• Note that generally only one device per router can be connected to the DMZ. So this method can be helpful for connecting one controller in location A to one controller in location B, but won't handle multiple controllers at each site
  • As mentioned in the point above, it is possible (sometimes for a fee) to get an ISP to assign your router a static IP address so it won't change. It may also be possible to get an assignment for more than one static IP address. Setting up your network to handle this can be complicated, but it allows for multiple devices (such as controllers) to each have their own routable IP addresses. For example, you might have:
    • A DSL or cable modem/router connected to the ISP. To support multiple static IP addresses, the NAT feature in this device will probably need to be disabled. It may be easiest to set it to some kind of "transparent" mode.
    • If the above device doesn't have multiple Ethernet jacks, you may need to connect an Ethernet hub or switch to it.
    • Each controller that needs a routable IP address should be connected, then configured for a different one of the static IP addresses assigned by the ISP (along with the specified netmask and gateway settings).
    • If you have computers that also need Internet access, they could be set up on static IP addresses just like the controllers and connected like they are. Unless they are being used as web site servers and you are comfortable with the idea that hackers will be able to see them and try to break into them, you probably shouldn't do this. Instead, get another router (it doesn't need to support DSL or cable, but it does need a WAN connector). Connect its WAN connector to the router/hub/switch that the controllers are connected to, then plug your computer(s) into its LAN connector(s). That will hide your computers behind the NAT in the router, greatly reducing the chance of them being hacked into.
  • Yet another way to make a controller behind a router work with VoIP links over the Internet is to configure the router for "port forwarding". For example, you could tell the router that UDP packets received on port 21014 should be forwarded to port 21014 on the IP address 192.168.0.4, which might be the gateway. Then the controller at the other end could be set up to send VoIP to port 21014 at the router's outside routable IP address (get it with http://www.ipchicken.com as described above) and the router would forward that VoIP to the controller. This method can be used for VoIP, but does not generally work for managing the controllers from another location (the two options above do) because telnet and SSH (which are used for managing) aren't generally supported by port forwarding.

Use a VPN

If a VPN tunnel is set up between the routers at each location they can make it appear that the devices at each end are all on the same network. This allows the controllers to communicate with each other just as if they were plugged into the same router. Depending on the VPN tunnel type, it may or may not support multicast, and it may affect the audio quality (by sending UDP packets through TCP links, etc).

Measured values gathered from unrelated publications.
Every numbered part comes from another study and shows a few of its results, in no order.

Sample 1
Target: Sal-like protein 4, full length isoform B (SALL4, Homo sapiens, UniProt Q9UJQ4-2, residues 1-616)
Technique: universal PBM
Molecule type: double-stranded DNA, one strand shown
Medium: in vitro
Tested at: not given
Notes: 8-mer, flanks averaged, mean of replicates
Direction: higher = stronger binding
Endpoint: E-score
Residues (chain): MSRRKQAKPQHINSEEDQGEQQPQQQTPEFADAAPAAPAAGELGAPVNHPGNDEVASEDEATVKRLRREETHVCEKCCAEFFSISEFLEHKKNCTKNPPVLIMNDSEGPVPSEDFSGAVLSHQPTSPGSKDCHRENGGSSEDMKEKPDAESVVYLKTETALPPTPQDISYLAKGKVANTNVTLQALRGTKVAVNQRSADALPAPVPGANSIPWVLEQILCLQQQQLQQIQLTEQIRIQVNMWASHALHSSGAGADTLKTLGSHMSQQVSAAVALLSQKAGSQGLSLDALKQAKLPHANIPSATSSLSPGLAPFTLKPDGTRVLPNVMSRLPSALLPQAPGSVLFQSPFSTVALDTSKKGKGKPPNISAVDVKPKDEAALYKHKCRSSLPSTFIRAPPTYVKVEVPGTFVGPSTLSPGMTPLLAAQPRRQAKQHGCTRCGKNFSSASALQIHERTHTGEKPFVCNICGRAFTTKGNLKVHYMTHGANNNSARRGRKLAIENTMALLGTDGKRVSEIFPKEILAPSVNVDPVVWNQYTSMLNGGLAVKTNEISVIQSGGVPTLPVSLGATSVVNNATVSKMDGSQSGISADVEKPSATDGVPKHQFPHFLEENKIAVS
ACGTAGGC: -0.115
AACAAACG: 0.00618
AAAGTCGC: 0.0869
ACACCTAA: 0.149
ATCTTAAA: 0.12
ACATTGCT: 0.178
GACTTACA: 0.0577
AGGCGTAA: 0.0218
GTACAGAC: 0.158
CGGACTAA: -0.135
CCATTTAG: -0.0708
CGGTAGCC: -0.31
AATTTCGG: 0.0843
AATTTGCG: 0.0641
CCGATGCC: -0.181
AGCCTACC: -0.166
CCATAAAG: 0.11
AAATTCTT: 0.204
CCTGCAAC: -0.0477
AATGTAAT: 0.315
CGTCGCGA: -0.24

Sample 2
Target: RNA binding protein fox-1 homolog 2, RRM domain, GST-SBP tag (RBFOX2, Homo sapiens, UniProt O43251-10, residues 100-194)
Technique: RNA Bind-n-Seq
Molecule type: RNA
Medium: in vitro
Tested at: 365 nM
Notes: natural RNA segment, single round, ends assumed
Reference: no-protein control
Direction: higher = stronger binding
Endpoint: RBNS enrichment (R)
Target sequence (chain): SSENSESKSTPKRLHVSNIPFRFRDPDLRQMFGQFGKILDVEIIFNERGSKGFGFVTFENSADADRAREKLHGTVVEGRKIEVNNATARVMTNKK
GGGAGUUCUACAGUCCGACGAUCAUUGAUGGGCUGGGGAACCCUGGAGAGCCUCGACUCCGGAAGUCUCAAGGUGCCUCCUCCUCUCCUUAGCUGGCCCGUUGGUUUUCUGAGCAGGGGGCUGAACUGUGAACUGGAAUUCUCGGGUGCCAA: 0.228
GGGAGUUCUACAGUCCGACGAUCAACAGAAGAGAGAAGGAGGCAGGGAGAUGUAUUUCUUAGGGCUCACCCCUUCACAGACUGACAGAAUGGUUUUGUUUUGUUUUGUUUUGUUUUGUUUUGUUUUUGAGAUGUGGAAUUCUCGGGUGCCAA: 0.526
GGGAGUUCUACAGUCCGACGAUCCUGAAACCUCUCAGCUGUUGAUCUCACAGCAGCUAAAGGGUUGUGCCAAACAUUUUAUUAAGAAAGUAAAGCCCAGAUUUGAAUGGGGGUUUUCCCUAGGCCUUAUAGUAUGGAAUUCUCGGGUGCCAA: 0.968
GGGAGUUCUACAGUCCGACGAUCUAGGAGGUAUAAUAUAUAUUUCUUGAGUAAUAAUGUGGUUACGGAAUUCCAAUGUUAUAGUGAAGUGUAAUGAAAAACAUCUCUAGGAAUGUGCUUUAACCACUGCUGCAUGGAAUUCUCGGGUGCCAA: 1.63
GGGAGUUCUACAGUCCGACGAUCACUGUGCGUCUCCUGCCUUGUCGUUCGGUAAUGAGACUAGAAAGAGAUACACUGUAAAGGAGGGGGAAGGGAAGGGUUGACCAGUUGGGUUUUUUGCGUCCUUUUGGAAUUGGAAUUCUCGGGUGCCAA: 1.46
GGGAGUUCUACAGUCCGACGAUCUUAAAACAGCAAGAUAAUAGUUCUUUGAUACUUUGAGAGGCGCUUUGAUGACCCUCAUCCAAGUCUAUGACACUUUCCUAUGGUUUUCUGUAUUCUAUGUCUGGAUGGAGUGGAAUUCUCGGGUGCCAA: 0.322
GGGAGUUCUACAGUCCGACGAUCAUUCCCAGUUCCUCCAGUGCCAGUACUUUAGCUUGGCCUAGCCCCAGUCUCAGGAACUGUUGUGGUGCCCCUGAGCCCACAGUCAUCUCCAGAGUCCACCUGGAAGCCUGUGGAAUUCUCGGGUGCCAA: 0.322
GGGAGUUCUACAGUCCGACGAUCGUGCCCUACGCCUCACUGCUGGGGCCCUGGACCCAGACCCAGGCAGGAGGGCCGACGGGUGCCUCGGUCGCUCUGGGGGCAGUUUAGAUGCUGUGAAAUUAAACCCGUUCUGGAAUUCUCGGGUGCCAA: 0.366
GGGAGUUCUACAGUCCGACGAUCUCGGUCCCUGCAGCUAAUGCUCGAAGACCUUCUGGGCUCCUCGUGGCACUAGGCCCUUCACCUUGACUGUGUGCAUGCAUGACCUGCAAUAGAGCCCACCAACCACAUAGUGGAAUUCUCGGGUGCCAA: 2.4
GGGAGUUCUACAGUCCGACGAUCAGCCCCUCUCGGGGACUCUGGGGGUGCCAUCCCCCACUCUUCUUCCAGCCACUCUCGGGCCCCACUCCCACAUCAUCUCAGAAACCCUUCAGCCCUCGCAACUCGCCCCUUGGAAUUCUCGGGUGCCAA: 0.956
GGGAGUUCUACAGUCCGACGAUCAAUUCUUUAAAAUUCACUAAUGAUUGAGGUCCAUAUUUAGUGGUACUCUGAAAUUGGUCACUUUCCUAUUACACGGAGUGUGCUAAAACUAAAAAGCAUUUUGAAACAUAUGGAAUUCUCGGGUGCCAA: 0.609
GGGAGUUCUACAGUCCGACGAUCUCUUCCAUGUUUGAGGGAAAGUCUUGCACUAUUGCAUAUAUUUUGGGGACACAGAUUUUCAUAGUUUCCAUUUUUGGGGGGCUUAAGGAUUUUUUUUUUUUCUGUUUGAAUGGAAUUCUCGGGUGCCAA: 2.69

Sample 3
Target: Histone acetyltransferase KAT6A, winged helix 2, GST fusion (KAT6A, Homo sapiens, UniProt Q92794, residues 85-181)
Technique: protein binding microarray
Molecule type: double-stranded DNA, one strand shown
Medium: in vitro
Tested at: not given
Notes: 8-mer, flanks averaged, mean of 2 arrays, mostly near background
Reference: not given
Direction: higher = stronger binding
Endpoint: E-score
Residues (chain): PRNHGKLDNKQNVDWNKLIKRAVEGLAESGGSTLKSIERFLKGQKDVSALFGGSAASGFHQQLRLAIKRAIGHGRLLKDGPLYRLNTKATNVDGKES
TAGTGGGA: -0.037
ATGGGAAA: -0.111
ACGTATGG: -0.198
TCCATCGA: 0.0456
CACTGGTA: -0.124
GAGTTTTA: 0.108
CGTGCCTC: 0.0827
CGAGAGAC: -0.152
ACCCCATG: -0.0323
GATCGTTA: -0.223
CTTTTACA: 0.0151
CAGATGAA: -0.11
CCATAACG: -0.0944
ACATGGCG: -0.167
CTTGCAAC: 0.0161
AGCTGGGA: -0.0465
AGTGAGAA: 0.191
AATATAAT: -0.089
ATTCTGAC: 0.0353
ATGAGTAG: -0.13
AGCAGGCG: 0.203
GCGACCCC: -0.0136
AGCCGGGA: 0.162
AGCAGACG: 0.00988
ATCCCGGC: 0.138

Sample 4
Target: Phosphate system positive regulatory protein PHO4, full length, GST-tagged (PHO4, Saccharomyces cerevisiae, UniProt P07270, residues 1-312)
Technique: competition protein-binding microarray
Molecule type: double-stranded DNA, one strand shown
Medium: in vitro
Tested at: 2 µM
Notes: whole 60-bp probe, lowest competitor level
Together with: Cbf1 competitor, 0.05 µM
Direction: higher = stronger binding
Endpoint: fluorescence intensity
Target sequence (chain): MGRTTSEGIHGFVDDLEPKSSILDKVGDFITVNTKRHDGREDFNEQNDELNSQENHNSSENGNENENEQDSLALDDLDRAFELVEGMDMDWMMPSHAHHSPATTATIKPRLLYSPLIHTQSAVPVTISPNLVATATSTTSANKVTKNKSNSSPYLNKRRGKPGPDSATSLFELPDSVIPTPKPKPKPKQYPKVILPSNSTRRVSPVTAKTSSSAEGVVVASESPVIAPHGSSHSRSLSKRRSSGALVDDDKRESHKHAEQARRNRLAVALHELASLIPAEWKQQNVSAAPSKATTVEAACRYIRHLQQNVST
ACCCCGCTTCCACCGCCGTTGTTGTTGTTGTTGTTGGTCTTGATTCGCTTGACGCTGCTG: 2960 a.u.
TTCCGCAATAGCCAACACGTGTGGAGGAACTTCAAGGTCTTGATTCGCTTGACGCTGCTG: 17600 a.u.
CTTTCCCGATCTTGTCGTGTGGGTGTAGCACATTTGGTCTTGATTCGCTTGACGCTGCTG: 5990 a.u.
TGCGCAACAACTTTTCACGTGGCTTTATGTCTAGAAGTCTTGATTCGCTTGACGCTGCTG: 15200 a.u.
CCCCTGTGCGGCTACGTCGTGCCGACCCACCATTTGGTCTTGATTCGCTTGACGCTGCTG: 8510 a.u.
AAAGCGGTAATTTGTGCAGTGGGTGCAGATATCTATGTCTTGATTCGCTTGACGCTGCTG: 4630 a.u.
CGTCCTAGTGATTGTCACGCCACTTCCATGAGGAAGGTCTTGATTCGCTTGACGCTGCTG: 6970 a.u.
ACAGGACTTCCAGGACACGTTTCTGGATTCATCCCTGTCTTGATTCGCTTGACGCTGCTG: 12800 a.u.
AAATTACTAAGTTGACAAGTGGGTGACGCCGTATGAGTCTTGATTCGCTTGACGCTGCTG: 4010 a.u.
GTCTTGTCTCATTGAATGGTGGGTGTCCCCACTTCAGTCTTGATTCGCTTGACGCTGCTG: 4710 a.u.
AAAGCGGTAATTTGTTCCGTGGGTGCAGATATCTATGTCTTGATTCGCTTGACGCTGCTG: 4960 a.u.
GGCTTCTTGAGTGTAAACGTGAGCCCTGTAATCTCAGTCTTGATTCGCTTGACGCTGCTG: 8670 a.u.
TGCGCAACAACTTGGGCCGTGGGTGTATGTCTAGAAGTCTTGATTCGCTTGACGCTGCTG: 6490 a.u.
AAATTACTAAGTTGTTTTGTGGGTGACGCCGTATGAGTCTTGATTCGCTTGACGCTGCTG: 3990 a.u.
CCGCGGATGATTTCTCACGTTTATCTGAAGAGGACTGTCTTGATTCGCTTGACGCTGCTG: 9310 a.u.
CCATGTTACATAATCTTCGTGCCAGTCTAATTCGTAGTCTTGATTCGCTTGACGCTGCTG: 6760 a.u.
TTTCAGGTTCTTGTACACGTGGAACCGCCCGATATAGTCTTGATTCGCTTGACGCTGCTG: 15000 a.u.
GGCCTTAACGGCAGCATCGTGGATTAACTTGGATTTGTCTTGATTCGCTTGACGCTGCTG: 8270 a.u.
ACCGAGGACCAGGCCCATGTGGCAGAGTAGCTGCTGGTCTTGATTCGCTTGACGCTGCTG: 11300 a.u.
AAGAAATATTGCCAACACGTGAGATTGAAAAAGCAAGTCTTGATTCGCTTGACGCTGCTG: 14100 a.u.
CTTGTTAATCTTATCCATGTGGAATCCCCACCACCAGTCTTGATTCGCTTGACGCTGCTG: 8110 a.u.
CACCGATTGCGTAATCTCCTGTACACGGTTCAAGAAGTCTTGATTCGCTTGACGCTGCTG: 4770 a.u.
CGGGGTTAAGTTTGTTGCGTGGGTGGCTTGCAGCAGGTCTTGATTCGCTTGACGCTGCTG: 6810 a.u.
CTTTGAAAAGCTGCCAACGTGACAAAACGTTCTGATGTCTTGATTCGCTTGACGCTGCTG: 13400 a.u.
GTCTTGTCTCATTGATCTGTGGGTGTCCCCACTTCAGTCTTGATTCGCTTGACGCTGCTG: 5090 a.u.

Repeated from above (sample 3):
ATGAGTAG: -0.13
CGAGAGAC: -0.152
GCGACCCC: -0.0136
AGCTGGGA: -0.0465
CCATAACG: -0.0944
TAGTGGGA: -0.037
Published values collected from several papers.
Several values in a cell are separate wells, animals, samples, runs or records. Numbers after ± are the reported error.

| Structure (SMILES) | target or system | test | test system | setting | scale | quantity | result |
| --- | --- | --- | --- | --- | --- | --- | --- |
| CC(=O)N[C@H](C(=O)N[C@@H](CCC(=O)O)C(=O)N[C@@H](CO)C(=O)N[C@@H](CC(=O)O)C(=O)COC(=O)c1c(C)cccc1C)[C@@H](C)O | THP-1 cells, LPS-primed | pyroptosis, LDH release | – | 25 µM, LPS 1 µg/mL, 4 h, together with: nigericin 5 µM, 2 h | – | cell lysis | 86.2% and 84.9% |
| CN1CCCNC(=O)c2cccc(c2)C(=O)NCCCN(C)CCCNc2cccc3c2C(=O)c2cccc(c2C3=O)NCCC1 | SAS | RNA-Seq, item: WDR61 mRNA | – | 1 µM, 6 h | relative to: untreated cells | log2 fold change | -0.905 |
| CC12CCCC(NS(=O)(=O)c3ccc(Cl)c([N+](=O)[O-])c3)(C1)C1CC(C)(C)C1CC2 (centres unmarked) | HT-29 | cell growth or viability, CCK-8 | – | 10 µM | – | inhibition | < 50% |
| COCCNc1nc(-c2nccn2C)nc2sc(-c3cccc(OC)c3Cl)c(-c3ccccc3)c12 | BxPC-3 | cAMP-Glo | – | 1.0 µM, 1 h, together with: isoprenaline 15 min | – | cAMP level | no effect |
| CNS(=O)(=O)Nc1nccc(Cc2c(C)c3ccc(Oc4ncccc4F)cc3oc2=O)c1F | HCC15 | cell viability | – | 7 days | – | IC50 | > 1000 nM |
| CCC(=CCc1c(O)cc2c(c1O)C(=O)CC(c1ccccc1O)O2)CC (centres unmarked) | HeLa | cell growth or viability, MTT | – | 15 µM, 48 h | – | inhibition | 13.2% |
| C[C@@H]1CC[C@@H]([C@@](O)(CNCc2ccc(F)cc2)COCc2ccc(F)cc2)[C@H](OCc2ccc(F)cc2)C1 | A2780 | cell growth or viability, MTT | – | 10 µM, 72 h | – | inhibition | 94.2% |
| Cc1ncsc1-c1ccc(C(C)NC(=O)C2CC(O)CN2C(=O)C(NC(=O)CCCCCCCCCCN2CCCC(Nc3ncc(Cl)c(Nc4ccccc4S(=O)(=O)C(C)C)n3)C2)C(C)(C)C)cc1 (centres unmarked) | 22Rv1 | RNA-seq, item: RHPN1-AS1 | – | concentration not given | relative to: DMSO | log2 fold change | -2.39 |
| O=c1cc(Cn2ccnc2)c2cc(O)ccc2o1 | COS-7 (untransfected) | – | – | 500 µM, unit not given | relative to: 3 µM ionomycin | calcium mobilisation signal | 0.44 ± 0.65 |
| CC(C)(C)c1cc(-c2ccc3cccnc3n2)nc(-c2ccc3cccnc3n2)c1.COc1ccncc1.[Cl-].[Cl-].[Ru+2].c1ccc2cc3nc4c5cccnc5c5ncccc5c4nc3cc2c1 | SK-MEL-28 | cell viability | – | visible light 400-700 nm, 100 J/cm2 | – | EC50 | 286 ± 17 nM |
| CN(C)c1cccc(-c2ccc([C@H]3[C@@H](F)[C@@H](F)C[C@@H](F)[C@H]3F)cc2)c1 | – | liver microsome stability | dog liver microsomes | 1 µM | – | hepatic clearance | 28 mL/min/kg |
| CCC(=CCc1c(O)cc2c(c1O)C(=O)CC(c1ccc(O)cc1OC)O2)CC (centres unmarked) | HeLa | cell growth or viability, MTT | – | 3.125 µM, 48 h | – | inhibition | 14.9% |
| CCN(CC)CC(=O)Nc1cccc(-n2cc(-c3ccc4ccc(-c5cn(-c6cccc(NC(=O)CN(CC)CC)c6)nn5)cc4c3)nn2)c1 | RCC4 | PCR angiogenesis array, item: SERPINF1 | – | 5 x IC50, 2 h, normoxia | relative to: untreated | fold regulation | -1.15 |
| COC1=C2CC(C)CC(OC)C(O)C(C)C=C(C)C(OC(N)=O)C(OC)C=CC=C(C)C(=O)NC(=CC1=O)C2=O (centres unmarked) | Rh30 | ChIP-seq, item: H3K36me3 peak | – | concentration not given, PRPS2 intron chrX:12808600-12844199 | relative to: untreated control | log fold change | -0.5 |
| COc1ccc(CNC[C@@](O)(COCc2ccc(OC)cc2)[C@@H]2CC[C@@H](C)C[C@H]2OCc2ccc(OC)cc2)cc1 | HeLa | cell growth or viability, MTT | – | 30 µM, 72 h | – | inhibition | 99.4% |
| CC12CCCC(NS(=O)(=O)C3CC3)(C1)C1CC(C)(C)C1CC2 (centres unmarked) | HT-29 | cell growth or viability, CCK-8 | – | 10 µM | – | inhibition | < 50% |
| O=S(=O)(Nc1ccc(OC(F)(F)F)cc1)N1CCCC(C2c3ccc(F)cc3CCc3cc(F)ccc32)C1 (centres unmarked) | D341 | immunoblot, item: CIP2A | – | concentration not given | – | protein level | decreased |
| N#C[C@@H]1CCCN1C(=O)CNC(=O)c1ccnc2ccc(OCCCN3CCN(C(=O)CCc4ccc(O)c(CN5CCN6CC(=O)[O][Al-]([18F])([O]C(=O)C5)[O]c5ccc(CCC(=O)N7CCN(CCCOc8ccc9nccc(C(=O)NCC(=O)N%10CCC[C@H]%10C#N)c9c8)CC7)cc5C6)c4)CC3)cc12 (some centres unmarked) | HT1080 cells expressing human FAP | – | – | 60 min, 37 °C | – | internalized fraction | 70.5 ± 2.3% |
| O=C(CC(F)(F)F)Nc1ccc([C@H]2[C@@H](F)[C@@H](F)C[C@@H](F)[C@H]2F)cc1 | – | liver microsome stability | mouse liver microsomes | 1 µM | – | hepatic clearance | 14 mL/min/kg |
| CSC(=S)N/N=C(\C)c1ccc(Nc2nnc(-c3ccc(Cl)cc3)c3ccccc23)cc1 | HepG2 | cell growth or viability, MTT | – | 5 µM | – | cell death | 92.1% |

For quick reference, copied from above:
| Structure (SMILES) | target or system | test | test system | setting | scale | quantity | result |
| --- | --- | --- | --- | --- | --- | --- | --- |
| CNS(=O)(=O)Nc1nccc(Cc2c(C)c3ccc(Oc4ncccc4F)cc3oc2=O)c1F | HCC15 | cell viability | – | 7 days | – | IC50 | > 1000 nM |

Some routers have VPN host/client features built in. In other cases, you might need an additional router to handle the job; the DCB UT-3302 (http://www.dcbnet.com/datasheet/ut3302ds.html) might be a good option (not tested but came recommended).

Use a "virtual trunk"

See Using VTrunk and Using VTrunk with Gateways.

Troubleshooting

Some of the tools that might be helpful for troubleshooting are:

  • Connect a computer to each gateway via a serial port. Then:
    • RCI can be used to find/set the IP address: <gateway name> Settings menu > Network Settings.
    • RCI can be used to set up virtual ports in RTP mode and set up routes to send VoIP to.
    • Serial terminal software (Hyperterminal, Putty, TeraTerm, etc, click here for more info) can be used to access the Linux command line of the gateway.
      • See "What are all the "{Start Remote Logging}{End Remote Logging}" messages?"
      • If you get a "IP2>" or "MSAT>" prompt, press CTRL-X to get to the "root:~>" prompt.
      • "ifconfig eth0" will display the IP address of the controller.
      • Try "ping 192.168.0.4" (or whatever the address of the other unit is) to see if it can be reached on the network. Press CTRL-C to stop that.
      • You can see info about the individual network packets being set back and forth by using "tcpdump". Before running it, save your settings on the controller (using RCI's File > Save Settings on <gateway name> option or run "client" then "207 1" ENTER then CTRL-X). You can stop tcpdump with CTRL-C, but then run "reboot" because it messes up some of the network interface stuff (reboot will cause you to lose any settings changes you haven't saved).
  • You can use a computer to view the network packets sent and received by the gateway if you connect them both to a network hub (a switch won't work, and hubs are getting hard to find) and you run WireShark on the computer. This is pretty low-level stuff, with a steep learning curve.